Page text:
The Naming Process

Next will be the critical step of choosing a business name. The significance of this decision cannot be underestimated.

Among the best-remembered names are double entendres (phrases with double meanings) which are often whimsical. One meaning is pertinent to your industry or company, and the other meaning is often silly or otherwise memorable.

It is also favorable if your name makes use of alliteration like “TotallyTwisted” for a pretzel company, or “WebWave” for a marine-related web site. A rhyming name could also be positive like DupreesTrees or MellowYellow. You might also consider having your company name begin with the letter “A” to get to the top of alphabetical listings or “Z” to be particularly memorable. You can also mix and match these attributes in an attempt to create an optimized balance.

Nevertheless, you may not find a name that you and your stakeholders like with these characteristics included, but to ensure you ultimately make the best decision, spend a lot of time studying your options. Also, get votes and opinions on your top name options from as many people as possible including from crowdsources like If you find consensus in a name, then it is likely to be a great choice. In this case, you could add naming questions and voting as part of your market survey process mentioned earlier in this book. At the end of the day, make sure you and your direct stakeholders feel comfortable with your final naming decision whatever it may be.

Before you choose a business name, be sure that you can buy the “.com” Internet domain name that is an exact match. For instance, don’t name your company TotallyTwisted if you cannot buy to use for branding reinforcement. Doing so would be a failure from which you would never fully recover. Getting will not suffice because your brand would always be at risk of dilution by the primary Internet brand holder, which is always whoever owns the exact “.com” extension for any word, phrase, or company name.

In addition, when naming a business (and therefore your domain and all of your branding) it should be consistent, easy to say, easy to spell, and easy to remember.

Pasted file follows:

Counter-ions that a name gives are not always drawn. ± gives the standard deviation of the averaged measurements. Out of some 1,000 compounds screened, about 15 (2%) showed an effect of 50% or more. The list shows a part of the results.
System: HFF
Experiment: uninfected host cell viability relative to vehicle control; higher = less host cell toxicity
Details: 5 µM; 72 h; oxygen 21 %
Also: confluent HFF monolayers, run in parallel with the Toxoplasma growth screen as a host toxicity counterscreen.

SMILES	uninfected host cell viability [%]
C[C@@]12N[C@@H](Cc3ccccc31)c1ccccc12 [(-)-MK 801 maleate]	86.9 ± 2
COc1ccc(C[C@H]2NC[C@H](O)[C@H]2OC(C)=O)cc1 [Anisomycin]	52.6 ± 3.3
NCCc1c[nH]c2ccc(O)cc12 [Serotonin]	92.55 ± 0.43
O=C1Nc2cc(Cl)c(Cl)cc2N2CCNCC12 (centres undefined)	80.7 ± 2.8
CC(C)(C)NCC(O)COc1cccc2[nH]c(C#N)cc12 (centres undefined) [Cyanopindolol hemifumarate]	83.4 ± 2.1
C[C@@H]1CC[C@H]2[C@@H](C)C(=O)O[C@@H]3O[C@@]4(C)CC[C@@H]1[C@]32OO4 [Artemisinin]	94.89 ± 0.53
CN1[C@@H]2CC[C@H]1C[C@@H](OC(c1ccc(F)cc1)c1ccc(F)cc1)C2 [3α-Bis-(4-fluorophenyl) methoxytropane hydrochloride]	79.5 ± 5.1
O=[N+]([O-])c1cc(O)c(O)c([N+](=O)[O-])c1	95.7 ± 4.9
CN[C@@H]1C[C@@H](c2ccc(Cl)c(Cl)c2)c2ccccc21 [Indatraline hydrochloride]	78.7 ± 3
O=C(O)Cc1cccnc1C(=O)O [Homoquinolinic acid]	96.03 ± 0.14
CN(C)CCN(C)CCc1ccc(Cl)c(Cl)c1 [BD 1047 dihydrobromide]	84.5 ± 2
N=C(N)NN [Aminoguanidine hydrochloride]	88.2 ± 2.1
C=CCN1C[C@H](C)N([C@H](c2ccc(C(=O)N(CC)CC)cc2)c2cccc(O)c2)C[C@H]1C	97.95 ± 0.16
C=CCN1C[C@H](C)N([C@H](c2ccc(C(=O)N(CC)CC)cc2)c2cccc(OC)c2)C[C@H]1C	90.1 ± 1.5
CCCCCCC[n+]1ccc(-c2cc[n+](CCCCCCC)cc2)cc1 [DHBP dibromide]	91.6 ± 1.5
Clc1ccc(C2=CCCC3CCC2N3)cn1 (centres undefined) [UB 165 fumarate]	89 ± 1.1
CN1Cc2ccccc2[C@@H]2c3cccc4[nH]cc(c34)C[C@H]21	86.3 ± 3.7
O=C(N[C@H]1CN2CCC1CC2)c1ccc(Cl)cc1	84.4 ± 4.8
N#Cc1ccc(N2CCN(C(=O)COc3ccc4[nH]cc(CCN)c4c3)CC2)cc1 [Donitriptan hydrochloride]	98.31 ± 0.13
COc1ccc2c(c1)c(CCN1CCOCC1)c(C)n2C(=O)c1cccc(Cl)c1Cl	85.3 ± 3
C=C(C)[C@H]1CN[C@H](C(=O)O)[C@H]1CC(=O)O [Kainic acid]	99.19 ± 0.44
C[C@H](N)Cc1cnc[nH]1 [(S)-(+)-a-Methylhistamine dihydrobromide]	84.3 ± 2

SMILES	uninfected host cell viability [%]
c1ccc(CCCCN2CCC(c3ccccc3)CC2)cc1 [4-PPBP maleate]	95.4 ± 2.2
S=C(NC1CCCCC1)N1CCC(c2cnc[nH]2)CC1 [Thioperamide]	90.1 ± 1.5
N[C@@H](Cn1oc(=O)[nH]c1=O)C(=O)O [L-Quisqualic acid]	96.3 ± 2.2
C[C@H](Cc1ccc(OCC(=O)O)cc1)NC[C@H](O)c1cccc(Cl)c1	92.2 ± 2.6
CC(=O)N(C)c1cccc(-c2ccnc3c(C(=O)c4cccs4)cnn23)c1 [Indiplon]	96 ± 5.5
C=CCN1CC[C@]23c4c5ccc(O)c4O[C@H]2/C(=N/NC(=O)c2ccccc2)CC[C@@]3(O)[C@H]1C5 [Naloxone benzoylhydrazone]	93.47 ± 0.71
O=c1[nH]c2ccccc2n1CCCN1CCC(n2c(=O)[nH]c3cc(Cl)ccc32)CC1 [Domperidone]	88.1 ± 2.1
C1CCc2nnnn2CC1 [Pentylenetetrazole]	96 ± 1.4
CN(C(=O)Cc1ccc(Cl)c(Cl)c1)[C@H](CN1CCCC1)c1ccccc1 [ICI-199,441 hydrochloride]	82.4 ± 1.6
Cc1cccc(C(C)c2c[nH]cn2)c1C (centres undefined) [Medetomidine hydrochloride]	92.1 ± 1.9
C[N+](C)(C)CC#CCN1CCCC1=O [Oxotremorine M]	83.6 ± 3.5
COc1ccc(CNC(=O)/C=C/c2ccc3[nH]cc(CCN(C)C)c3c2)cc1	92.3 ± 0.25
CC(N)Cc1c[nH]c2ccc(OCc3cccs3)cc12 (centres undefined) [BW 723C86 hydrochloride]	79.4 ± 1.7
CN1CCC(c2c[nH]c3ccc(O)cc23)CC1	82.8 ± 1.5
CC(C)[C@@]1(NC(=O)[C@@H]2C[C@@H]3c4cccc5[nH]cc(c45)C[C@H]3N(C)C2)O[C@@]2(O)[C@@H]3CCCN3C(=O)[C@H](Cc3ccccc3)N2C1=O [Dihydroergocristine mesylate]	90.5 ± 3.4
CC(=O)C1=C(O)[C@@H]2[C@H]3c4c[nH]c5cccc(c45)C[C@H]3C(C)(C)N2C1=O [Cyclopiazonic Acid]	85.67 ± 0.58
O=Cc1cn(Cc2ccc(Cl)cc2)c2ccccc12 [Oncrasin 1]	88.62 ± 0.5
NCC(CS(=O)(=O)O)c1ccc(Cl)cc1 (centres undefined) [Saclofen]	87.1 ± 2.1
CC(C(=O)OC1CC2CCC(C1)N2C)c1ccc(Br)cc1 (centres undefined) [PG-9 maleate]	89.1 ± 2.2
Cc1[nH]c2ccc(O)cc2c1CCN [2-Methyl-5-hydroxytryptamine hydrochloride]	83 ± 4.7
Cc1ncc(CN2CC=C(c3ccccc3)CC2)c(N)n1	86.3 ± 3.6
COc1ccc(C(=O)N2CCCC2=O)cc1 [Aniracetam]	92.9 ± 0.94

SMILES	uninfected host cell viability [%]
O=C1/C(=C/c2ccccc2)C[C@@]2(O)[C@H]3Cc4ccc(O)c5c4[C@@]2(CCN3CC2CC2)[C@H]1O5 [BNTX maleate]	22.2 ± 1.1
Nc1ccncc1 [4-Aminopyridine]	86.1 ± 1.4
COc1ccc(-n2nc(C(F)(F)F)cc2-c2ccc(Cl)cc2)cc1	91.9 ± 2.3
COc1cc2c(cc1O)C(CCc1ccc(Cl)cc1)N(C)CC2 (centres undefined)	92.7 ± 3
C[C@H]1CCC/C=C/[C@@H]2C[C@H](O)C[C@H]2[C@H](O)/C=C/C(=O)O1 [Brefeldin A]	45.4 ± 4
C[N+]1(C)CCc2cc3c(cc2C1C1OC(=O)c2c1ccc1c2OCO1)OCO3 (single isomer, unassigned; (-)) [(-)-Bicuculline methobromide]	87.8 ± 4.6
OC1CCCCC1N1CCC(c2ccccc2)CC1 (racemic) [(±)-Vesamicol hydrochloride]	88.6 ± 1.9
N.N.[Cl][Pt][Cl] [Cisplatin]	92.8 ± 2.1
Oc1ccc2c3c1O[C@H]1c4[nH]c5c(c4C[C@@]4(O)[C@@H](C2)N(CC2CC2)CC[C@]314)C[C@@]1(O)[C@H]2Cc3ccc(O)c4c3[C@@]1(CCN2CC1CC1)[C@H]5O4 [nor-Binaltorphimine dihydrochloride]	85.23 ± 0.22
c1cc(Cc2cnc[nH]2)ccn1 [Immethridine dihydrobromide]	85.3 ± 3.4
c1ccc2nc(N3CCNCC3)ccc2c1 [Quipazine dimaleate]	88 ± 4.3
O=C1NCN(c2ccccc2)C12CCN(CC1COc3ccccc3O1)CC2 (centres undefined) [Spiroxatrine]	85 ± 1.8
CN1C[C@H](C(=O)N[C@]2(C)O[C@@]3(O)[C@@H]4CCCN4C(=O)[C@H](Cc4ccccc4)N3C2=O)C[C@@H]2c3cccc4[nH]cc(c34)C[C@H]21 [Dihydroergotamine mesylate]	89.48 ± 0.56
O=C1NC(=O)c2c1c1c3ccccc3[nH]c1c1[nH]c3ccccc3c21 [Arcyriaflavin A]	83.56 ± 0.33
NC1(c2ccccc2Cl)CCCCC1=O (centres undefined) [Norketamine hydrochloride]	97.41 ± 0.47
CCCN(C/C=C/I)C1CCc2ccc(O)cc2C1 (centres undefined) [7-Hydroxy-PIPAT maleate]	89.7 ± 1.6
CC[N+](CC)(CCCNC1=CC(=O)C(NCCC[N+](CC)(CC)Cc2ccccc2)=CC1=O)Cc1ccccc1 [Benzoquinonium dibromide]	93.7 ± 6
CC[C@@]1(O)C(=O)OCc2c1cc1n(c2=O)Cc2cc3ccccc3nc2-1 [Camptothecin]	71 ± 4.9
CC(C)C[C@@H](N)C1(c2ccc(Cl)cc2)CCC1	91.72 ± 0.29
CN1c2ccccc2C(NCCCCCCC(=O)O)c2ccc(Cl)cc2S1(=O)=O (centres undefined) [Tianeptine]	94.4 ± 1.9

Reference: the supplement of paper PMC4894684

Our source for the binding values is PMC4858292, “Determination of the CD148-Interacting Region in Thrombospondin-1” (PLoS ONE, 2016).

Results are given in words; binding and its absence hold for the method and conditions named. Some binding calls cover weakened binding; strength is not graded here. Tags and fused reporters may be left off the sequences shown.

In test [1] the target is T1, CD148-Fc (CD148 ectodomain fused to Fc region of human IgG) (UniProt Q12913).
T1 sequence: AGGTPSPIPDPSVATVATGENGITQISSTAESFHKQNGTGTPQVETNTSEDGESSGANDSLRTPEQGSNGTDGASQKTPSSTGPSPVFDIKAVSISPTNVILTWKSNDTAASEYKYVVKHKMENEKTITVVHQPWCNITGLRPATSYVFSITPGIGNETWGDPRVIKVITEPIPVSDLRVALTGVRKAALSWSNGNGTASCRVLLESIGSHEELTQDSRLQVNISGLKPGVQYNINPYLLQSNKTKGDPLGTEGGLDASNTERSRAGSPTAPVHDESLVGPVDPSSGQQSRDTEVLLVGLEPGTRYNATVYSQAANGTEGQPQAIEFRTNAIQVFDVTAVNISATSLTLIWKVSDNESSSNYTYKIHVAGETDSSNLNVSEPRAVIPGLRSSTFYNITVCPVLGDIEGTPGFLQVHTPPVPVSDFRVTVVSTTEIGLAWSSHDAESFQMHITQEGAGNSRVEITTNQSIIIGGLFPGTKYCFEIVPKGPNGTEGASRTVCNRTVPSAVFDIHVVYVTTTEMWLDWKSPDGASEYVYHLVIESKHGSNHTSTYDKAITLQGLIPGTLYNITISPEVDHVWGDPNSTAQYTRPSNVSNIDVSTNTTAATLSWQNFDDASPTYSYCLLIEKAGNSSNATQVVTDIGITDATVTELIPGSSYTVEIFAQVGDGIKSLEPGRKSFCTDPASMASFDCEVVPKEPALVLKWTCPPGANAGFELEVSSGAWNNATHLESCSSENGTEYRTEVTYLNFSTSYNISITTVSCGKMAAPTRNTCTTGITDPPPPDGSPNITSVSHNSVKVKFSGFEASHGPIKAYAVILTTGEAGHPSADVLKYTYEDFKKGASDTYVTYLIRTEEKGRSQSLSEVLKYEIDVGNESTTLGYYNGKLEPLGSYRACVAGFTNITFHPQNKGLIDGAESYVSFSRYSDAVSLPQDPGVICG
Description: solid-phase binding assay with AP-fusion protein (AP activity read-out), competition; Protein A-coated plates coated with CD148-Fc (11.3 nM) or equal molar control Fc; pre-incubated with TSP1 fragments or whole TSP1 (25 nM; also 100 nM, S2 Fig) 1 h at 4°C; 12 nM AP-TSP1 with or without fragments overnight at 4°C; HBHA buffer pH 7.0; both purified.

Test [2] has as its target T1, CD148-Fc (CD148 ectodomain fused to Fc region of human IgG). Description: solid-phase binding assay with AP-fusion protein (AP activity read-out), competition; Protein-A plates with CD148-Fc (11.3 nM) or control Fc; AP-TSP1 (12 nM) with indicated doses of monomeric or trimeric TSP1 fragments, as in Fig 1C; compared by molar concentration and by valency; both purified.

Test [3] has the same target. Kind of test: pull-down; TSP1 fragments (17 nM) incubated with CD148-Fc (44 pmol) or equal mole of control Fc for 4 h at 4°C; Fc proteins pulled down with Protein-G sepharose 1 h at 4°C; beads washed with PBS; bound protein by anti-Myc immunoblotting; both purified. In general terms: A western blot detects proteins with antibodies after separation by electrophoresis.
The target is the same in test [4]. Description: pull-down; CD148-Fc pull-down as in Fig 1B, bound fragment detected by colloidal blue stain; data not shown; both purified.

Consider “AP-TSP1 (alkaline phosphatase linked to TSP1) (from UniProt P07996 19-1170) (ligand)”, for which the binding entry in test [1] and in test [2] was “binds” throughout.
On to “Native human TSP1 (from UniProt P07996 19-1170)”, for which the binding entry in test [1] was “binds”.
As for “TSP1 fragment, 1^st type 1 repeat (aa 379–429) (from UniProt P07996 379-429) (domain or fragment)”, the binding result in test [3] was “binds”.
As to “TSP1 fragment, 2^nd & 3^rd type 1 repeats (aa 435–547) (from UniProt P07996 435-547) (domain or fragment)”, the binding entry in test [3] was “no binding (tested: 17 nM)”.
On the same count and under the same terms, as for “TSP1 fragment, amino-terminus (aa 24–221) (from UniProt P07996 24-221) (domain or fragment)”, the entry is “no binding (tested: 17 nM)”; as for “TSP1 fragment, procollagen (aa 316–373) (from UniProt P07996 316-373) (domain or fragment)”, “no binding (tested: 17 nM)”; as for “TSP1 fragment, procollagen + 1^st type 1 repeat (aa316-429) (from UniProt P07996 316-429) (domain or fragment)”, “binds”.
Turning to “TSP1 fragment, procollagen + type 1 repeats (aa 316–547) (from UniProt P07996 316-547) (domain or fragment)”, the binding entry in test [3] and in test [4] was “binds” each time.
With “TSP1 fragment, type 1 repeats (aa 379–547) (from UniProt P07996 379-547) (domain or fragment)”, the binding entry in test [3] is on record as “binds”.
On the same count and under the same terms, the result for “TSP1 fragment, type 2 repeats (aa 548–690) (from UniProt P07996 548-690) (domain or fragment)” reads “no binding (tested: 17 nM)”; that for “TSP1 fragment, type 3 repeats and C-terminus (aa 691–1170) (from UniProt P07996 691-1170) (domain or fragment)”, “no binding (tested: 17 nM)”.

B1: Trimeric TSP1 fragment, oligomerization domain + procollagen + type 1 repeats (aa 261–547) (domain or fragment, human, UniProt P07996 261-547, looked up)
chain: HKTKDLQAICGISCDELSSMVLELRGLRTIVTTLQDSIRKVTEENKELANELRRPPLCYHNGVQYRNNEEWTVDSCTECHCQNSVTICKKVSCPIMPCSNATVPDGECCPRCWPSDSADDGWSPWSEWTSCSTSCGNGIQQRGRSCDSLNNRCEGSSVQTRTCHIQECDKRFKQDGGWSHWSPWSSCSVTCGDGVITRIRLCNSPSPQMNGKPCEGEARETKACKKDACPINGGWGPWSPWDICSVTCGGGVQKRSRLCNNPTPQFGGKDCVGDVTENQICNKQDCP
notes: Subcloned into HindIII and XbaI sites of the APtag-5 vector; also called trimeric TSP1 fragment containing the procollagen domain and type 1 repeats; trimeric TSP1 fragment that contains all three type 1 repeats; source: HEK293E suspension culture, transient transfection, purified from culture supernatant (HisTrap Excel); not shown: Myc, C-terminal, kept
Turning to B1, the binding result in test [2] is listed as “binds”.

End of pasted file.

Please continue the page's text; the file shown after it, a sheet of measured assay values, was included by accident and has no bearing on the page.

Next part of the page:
You should also be able to trademark (TM) it via the US Patent and Trademark Office if it is not a generic descriptive industry term. Be sure someone else hasn’t placed your name in line at the USPTO before you invest in your own business with that same branded name. If you believe that you have the first rights to that expression, you could invest in counsel to fight the other parties, utilizing the trademark process to gain legal control of that expression in your market space. You can locate information on filing trademarks and review existing marks and applications from the US Patent and Trademark Office at, but you will probably require legal counsel nonetheless.

A couple of things to keep in mind:

(a) To get a trademark, the name cannot actually describe the product. For example, you cannot call your company Hot Pancakes if you are actually selling pancakes because that would preclude other pancake companies from using that same basic terminology in marketing which would be unfair. Conversely, if you named your brand of auto parts Hot Pancakes, you would likely qualify to get the trademark. Then others in the auto parts industry could not use the words Hot Pancakes in their marketing since you gained legal control of that non-descriptive terminology first. You can protect non-descriptive terms like Hot Pancakes for auto parts, but you can’t protect descriptive terms like Hot Pancakes for a pancake company.

(b) There can be no other trademarks similar to yours that are already successfully registered or in line to be registered. So don’t name your company TotallyTwisted if you can’t register that identical trademark for your service. Again, you need the “.com” domain also (in this case to go with your company name.

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